Abraham and Isaac, part two

“Do not lay a hand on the boy,” said the angel of the Lord. “Do not do anything to him. Now I know that you fear God, because you have not withheld from me your son, your only son.” (Genesis 22:12)

Last week I wrote about how, in his relationship with Abraham, God does not withhold anything.  And Abraham goes on to demonstrate to God, that in being willing to sacrifice his son, Isaac, he will not let anything come between himself and God.

The Sacrifice of Isaac, Caravaggio, 1605

Yet God does not allow Abraham to go though with this sacrifice.  Instead, as Abraham foresaw, “God provides himself the lamb for a burnt offering” (v. 8.14) – and God does so, not only for Abraham and Isaac, but much later for Abraham’s many descendents.   For as the evangelist John tells us, God sacrifices his own beloved Son, Jesus, the Lamb of God, who takes away the sins of the world (1:29).  At a place called, Calvary, not far from that ancient land of Moriah, God demonstrates he will withhold nothing from those who are children of Abraham – the literal ones as well as the spiritual ones.

And through his beloved Son, God invites us into the kind of relationship he had with Abraham. We, too, can enter into dialogue with God about the things that are important to us.  We, too, get to press God on what he has promised. Yet, as with Abraham, we, too, must not withhold anything from God.  If we cannot place everything we hold dear, including our hopes and dreams, the people we love most, even the very circumstances of our lives before God, and say, “Thy will be done,” then we do great damage to our relationship with God.  We commit the sin of idolatry.  Intimacy and trust, the most important elements in any relationship of significance, are only possible when both parties withhold nothing.

This is the point at which our text shines a light on our own lives.  This is where we are to ask ourselves whether there is something we’re holding back from God.

Could there be a special person in your life, or something you own or hope to possess, or something that has to do with your livelihood or your future which you don’t want to surrender to God?  I think most of us have at least one thing we really would rather not place on God’s altar; something we think we cannot live without.  But even if we do not now, then at some point in life, we are bound to have something over which we struggle to say, “Thy will be done,” because we may not get it back.

Yet, the God who so loved the world that he “delivered up” his one and only Son, that whoever believes in him shall not perish but have eternal life (John 3:16) will not withhold from us what is right and good for us to have.  The sacrifice of his own Son assures us of God’s intentions toward us.

A life of faith is all about trusting God with every aspect of our lives.  We must always be willing to surrender not only what we would like to have but also what God has already given us: such as a job, family, friends, talents and blessings.  And, we must even surrender those things which may seem too frightening to bring before him: anger, unforgiveness, or self-hatred.

Anything we declare to be off-limits from God’s sovereignty instantly becomes an idol.  And idols always place barriers between us and God.  They dull our appetite for intimacy with God and deaden our communication with him.  They rob us of the joy of God’s friendship.  So, if you’ve noticed that you’re not praying as often as you used to, or if you haven’t had a sense of God’s presence in some time, or if the Bible doesn’t interest you anymore it may be because you are withholding something from God.  Doing so always leads to spiritual darkness.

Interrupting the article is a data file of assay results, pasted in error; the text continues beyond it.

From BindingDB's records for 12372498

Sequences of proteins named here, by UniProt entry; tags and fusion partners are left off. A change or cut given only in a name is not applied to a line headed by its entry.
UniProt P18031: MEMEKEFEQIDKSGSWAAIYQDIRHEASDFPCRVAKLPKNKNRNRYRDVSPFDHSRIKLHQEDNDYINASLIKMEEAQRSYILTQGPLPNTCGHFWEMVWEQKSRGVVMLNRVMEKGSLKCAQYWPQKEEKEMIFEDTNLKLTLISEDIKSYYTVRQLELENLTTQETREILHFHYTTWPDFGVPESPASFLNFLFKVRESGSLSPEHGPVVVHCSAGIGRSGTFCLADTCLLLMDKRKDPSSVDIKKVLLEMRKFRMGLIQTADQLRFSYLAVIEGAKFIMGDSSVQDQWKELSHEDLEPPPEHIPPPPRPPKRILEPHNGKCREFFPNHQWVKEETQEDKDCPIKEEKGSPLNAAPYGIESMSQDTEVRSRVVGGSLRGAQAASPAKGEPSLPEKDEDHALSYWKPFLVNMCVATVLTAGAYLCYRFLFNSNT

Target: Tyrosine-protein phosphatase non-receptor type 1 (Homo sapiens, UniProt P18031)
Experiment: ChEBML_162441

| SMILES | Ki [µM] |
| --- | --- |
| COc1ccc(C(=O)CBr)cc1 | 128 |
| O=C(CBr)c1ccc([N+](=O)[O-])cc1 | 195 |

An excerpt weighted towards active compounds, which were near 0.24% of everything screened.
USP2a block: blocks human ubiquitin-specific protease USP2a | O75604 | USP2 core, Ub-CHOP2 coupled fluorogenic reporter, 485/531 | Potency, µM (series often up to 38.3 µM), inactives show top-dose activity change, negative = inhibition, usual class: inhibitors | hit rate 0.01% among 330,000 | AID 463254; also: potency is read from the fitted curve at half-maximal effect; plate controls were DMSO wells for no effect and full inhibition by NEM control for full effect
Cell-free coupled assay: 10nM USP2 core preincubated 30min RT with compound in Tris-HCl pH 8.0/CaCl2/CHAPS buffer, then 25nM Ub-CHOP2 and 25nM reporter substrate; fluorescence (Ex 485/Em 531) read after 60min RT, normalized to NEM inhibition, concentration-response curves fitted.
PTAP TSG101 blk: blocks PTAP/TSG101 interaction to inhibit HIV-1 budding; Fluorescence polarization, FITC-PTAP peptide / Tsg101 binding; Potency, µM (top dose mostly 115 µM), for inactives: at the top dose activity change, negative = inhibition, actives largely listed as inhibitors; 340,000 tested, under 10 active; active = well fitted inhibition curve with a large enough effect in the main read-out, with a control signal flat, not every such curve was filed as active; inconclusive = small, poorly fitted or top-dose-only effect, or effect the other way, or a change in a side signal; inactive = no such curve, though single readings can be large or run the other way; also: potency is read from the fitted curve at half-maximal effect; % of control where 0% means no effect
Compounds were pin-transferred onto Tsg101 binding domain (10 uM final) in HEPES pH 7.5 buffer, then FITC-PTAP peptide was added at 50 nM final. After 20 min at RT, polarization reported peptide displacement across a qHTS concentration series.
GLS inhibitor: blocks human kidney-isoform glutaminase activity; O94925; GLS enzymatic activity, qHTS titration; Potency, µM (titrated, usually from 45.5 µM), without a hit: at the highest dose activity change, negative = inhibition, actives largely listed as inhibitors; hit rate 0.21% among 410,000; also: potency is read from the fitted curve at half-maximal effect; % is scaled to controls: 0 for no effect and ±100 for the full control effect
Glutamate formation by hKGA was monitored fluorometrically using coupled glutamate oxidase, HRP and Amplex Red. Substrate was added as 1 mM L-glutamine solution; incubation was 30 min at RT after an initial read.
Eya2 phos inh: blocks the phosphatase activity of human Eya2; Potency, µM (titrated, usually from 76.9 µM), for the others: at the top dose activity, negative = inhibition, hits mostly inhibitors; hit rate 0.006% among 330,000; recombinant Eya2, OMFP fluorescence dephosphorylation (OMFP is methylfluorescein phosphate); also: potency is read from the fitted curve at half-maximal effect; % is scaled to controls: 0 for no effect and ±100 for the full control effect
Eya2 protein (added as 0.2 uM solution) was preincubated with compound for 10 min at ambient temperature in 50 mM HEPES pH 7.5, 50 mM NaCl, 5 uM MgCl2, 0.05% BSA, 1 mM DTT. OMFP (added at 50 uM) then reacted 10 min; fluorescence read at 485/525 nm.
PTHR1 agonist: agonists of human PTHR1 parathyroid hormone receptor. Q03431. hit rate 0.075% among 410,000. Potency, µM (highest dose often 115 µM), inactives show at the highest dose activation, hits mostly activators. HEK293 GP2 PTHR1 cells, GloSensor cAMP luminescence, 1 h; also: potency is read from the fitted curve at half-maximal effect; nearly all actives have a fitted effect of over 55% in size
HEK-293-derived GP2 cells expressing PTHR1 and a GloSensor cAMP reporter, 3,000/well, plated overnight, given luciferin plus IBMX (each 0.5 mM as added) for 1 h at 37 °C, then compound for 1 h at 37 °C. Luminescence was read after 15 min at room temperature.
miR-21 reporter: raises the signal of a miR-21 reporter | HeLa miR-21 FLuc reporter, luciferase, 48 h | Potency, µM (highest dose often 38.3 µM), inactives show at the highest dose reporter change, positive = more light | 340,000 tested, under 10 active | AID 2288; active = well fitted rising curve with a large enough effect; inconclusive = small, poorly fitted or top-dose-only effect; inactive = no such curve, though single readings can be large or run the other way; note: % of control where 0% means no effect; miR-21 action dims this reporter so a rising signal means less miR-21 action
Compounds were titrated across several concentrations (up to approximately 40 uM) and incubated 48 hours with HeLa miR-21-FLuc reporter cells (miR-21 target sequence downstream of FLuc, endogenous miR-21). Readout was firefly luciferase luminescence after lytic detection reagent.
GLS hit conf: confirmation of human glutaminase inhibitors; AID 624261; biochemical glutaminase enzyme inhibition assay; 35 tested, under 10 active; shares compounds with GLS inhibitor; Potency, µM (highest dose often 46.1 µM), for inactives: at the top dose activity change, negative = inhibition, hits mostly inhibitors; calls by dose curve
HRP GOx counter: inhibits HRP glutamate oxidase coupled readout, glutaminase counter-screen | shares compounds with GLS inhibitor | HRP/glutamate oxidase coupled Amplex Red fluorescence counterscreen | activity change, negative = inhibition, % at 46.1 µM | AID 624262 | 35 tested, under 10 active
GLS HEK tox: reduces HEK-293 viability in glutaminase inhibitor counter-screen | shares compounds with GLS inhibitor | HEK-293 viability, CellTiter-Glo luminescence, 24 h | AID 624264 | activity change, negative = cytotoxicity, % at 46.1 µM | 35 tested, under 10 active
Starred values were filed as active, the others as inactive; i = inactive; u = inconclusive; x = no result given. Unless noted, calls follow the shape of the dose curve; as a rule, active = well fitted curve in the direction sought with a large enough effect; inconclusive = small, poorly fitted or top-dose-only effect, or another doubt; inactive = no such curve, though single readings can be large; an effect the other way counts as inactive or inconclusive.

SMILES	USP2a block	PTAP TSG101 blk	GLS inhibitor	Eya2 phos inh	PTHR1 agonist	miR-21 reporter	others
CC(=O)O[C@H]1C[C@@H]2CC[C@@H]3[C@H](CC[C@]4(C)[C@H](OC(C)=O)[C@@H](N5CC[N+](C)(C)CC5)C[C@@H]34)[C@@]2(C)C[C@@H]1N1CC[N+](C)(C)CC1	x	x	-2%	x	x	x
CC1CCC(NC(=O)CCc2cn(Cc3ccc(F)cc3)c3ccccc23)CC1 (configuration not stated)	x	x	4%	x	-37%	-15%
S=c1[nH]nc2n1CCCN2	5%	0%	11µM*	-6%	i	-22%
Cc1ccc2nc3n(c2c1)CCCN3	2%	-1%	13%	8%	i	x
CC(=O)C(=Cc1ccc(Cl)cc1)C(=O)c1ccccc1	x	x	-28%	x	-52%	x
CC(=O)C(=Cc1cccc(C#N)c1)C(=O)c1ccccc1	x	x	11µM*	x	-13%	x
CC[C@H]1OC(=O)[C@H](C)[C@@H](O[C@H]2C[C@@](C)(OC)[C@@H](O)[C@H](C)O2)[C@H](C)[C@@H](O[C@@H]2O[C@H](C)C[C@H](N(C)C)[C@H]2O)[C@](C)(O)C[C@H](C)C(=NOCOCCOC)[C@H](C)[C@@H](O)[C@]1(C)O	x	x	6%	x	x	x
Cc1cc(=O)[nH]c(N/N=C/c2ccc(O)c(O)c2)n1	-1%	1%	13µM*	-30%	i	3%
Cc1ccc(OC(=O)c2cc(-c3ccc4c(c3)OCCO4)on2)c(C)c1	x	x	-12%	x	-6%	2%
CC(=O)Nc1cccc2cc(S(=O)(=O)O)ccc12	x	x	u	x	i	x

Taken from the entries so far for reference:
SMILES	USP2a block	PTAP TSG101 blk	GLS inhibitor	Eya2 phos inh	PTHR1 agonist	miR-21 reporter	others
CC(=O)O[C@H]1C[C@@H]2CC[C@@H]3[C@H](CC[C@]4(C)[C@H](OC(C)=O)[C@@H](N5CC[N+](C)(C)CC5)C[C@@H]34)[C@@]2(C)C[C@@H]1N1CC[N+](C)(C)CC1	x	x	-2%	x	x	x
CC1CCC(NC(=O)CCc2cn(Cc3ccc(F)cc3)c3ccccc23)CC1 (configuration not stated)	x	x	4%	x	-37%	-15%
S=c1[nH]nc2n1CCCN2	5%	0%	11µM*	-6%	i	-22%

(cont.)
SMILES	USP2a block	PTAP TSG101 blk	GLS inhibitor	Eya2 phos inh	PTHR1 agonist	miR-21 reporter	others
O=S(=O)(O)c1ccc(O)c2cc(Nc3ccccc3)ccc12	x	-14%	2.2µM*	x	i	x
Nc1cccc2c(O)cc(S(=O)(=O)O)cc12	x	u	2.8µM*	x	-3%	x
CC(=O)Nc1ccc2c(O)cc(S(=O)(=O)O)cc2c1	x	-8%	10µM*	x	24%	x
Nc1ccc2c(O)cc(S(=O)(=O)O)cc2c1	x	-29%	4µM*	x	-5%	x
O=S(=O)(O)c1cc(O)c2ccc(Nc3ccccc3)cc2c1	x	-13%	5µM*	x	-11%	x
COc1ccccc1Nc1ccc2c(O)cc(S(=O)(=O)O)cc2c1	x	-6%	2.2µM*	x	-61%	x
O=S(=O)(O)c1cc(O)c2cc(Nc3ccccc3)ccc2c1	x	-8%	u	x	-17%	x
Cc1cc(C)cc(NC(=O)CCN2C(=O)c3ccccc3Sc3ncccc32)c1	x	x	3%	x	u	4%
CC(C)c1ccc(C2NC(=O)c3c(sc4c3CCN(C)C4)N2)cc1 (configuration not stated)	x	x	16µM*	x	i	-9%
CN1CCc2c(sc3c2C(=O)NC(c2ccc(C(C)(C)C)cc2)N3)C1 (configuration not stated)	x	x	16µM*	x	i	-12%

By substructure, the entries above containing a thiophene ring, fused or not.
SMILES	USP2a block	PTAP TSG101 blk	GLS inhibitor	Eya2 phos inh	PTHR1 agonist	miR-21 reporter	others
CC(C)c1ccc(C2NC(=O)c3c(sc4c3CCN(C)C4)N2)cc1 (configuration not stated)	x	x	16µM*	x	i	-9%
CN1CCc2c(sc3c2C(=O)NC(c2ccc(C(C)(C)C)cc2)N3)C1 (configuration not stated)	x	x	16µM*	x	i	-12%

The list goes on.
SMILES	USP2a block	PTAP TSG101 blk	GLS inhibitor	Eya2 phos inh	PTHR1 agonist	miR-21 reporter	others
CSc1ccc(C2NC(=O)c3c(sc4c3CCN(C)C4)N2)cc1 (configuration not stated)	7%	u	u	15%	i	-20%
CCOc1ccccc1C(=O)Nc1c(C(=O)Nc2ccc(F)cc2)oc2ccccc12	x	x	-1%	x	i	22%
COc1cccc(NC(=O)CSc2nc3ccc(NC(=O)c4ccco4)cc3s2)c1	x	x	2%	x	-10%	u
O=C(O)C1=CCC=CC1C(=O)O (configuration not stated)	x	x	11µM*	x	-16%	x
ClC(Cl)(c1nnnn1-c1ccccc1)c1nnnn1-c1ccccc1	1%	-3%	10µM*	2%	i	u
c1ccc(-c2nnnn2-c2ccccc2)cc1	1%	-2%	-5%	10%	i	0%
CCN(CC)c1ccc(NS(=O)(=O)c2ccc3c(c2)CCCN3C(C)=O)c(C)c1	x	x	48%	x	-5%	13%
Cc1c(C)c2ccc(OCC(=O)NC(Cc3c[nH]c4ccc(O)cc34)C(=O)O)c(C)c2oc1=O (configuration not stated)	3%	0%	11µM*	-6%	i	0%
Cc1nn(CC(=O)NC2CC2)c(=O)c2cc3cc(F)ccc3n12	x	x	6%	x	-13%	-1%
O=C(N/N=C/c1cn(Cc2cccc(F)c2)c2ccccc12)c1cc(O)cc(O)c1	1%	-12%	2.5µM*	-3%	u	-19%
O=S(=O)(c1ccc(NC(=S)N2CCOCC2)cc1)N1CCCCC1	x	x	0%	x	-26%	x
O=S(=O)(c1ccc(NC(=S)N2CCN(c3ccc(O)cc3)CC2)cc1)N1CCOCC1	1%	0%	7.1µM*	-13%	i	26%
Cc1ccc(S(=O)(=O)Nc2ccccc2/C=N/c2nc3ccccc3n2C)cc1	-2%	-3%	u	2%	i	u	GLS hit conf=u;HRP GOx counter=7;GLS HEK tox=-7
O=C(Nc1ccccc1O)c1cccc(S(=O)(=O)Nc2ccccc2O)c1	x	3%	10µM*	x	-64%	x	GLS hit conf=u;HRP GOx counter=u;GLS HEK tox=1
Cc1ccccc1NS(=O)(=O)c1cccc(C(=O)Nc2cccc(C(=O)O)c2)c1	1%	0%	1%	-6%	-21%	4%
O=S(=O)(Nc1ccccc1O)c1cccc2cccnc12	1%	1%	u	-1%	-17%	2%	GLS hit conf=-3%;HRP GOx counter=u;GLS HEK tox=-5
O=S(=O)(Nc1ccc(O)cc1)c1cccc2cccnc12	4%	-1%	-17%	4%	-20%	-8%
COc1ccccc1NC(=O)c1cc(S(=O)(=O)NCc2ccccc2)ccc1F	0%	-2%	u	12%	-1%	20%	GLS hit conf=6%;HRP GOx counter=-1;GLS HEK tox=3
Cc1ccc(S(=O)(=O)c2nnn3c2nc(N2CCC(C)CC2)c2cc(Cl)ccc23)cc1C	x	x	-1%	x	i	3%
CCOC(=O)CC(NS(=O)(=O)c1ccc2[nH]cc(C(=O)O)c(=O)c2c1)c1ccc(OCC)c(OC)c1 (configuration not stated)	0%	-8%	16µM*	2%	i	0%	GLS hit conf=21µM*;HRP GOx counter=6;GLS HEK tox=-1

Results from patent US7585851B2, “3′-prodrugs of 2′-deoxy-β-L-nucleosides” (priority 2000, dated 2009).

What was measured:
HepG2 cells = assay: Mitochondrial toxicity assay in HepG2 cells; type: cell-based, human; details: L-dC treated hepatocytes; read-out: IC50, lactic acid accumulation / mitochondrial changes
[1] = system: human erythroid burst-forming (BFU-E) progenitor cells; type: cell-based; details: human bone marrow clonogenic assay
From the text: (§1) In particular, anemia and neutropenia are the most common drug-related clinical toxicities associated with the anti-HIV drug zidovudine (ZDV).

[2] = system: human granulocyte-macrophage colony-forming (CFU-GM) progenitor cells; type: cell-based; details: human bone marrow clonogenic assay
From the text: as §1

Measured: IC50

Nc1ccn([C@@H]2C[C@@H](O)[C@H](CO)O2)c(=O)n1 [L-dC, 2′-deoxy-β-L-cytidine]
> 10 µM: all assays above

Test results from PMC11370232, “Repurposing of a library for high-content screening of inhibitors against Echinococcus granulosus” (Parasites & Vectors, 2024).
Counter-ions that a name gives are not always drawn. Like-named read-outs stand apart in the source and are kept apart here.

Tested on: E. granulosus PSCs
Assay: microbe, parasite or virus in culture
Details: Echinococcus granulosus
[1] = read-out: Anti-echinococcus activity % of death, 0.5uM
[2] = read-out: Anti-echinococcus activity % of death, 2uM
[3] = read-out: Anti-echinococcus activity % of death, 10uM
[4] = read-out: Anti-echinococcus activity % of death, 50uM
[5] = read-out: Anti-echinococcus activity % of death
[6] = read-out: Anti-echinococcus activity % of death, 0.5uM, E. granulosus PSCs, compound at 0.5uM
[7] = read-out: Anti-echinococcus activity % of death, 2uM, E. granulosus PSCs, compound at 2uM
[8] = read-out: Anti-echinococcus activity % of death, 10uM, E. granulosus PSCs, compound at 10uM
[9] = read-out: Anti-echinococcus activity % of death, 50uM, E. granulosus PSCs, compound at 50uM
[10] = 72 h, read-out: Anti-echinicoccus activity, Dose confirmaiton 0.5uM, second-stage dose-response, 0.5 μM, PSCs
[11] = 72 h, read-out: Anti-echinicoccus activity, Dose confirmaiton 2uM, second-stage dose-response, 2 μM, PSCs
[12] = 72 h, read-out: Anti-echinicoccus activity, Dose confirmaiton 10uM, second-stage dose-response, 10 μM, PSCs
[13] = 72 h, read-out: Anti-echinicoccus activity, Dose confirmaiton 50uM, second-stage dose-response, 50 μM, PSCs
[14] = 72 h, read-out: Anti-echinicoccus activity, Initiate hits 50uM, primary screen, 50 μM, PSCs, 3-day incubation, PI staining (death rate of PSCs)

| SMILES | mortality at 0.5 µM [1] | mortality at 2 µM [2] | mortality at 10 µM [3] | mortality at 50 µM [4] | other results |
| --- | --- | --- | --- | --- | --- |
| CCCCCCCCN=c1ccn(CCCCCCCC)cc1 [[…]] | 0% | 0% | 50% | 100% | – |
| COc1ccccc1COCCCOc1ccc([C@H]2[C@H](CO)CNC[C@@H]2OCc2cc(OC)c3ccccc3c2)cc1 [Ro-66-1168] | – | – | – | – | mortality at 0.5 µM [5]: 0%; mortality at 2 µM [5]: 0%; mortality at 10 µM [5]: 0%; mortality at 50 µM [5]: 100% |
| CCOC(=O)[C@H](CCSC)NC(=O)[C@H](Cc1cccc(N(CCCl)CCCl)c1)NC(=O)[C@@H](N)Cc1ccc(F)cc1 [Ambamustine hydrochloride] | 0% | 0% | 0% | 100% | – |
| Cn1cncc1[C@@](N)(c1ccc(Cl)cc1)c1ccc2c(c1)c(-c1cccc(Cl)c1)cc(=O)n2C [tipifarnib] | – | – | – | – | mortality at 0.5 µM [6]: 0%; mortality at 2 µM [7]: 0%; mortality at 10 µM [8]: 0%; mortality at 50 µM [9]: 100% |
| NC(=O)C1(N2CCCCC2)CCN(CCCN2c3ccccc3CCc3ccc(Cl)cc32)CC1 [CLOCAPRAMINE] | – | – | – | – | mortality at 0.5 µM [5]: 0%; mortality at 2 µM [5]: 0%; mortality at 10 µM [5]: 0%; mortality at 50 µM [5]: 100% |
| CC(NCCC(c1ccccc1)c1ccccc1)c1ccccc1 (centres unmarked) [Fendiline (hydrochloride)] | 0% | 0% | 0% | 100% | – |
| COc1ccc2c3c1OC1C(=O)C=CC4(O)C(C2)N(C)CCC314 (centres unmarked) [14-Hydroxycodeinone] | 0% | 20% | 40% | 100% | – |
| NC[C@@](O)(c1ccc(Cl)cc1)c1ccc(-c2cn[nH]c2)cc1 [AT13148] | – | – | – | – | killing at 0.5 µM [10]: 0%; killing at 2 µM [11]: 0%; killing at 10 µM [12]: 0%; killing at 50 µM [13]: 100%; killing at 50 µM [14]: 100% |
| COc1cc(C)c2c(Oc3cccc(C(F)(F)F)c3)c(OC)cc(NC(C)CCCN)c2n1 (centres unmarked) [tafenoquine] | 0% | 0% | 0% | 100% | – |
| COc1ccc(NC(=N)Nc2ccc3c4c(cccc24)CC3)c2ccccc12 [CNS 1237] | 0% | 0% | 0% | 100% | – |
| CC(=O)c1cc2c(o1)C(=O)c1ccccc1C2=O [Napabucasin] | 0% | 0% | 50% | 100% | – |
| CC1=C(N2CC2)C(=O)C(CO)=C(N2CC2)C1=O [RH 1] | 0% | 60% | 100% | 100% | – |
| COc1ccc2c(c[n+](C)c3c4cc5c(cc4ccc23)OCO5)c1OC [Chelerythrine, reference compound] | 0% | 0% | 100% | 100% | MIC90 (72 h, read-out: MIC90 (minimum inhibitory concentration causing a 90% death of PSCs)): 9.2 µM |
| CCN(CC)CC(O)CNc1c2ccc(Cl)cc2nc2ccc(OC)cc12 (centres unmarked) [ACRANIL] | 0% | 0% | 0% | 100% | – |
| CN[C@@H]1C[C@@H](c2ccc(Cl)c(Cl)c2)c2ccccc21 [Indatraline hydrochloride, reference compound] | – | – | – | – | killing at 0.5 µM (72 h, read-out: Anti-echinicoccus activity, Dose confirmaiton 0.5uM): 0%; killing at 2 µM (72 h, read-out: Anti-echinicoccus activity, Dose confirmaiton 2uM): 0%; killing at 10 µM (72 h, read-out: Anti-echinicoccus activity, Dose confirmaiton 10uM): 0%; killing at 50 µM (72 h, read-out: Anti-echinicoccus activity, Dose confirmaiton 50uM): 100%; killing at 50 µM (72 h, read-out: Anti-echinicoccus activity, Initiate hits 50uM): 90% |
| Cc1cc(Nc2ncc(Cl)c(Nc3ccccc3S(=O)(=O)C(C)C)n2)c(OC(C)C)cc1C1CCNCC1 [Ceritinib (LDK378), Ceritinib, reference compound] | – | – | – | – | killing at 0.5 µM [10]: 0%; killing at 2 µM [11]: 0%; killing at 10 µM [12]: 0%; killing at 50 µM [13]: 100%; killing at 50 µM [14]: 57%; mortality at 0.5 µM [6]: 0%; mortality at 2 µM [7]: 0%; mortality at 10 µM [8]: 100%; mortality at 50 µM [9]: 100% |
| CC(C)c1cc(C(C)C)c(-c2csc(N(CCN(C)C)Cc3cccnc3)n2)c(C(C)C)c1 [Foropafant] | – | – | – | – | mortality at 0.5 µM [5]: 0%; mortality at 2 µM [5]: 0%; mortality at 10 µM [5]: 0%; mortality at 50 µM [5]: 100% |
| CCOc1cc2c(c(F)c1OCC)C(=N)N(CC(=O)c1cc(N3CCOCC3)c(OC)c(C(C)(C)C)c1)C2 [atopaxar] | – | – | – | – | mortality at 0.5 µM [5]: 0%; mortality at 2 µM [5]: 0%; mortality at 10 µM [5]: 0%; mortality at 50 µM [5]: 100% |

I’ve learned over the years that if God doesn’t want me to have something — if I surrender it to him and he doesn’t give it back — then it will never, under any circumstances, be good for me, no matter  how much I think I can’t live without it.  Because the one and only thing in life you or I cannot live without is God.

If there is something you need to surrender, present that before God in worship. When it comes time for the Confession of Sin, silently name it before God and ask for his forgiveness.  And later, as you prepare to receive Communion, in your mind’s eye see yourself laying on the altar what you’ve been keeping from God, and then, open your hands to receive the body and blood of his Son.  Let the resurrected life of Jesus fill the place in your heart that was occupied by what you surrendered; replace what you’ve been “worshiping” with Jesus.

In conclusion, the great patriarch of the Old Testament, Abraham, teaches us that a life of faith is about a trusting relationship with God in which we withhold nothing.  Keeping something apart from God will only cause us to sin and destroy our sweet fellowship with him.  So, if there’s something that has come between you and the Lord do not fear surrendering it because, He who did not spare his own Son but gave him up for us all, will also give us all [good] things with him (Romans 8:32, emphasis mine).

Next week: Some thoughts on Matthew 14 and the prayer of ‘humble access.’

If you would like to hear this sermon on Genesis 22: 1-14, please click the pulpit icon, below: 

About Claudia Dickson Greggs

I am an Anglican priest, author, wife and mother. Writing and teaching about Christian life and faith are passions of mine.
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